Phil Robertson, Duck Dynasty, and the White Trash Politics of the Republican Party
The “controversy” about the wildly popular reality TV show Duck Dynasty is both laughable and sad for what it reveals about the woeful state of American public discourse.
The manufactured fracas centers on Duck Dynasty actor/character Phil Robertson (who is an ideal-typical example of the worst sort of white trash) and his anti-gay bigotry as shared with GQ magazine during a recent interview.
In the same piece, Robertson discussed his White Supremacist yearnings for the “good old days” of African-American subjugation and oppression in the South, before the foul carpetbaggers, Civil Rights agitators, and the evils of Reconstruction, the New Deal, and the Great Society robbed the good simple Negro people of their innocence and white toothed, big lipped, toothy grinned, banjo playing, watermelon eating, cotton picking ways:
"Where we lived was all farmers. The blacks worked for the farmers. I hoed cotton with them. I'm with the blacks, because we're white trash," he said. "They're singing and happy. I never heard one of them, one black person, say, ‘I tell you what: These doggone white people’—not a word!... Pre-entitlement, pre-welfare, you say: Were they happy? They were godly; they were happy; no one was singing the blues.”
For people such as Phil Robertson, and the white conservatives who share his particular type of myopic and ahistorical whiteness, the full liberty and freedom of black Americans, especially as demonstrated through the use of our citizenship rights to redress grievances by struggling for full equality, is morally objectionable.
Robertson and his Duck Dynasty clan are a depiction of how a writer and show-runner have chosen to represent white trash America. How can a network then feign surprise when an actor gives the very performance it has solicited?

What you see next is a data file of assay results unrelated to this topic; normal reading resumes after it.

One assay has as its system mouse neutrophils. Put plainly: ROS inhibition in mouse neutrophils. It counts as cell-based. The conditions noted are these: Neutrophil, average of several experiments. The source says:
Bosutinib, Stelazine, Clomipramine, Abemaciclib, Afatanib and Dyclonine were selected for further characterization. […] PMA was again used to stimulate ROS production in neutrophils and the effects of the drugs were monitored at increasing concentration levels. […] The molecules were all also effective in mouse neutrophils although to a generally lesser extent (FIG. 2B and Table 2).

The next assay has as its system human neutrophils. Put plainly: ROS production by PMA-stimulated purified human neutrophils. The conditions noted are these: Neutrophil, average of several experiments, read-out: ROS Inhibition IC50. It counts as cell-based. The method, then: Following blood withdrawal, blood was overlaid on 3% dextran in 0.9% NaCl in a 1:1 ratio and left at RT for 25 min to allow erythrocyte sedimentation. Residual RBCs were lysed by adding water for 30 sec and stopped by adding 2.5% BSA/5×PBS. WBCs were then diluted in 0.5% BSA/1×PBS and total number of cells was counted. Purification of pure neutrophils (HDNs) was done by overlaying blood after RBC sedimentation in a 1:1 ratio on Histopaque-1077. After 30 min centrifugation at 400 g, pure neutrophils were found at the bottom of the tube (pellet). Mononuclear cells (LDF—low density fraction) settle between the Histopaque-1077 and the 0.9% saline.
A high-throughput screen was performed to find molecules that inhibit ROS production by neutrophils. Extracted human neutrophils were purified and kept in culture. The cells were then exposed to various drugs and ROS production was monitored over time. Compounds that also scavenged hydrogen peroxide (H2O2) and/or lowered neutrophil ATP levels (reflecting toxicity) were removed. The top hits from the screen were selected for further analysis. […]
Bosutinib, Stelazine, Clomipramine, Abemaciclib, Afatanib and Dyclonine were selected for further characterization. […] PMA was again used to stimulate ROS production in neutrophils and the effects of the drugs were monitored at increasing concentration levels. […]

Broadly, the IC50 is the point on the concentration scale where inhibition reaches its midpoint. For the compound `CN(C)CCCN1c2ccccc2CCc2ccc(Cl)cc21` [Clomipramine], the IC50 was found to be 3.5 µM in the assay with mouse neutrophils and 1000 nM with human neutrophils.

The following may be a surprise for those people who are not media literate or critical consumers of popular culture: reality TV is not real. It is a type of entertainment that is predicated on the cultivation and creation of an “irreality”.
The paradox is a simple one: actors pretend to be “real” people, who viewers invest themselves in, as a means of distraction from the pain and anxiety of the “real” real world.
Politics is a performance too. As I have written about on a number of occasions, the spectacle of American politics in the 24/7 news cycle--in an age when capitalism and democracy are conflated, and public policy does not serve the public good but rather a narrow set of private interests who win over voters in much the same way as how a computer company brands its goods to create consumer loyalty and a feeling of emotional attachment to a product--most closely resembles professional wrestling. There is an important difference: professional wrestling is much more honest and transparent.
As one more example of how a debased politics have become almost inseparable from the public spectacle that is the mass media, Robertson’s observations about how “lazy” and “complaining” black Americans have been “ruined” by “entitlements” are none too different from what prominent Republicans and the Right-wing media have being saying for decades about the black community.
The Republicans’ “Southern Strategy” was/is predicated on overt and covert signals to white racial resentment and bigotry such as those channeled by Phil Robertson. Ronald Reagan had his “welfare queens” and “strapping young bucks”. Romney had his "makers" and "takers" and lecturing the NAACP about seeking handouts. Newt Gingrich and other “compassionate conservatives” want to give black and brown children mops and brooms so they do not become lazy social parasites like their fecund, breeding, irresponsible parents.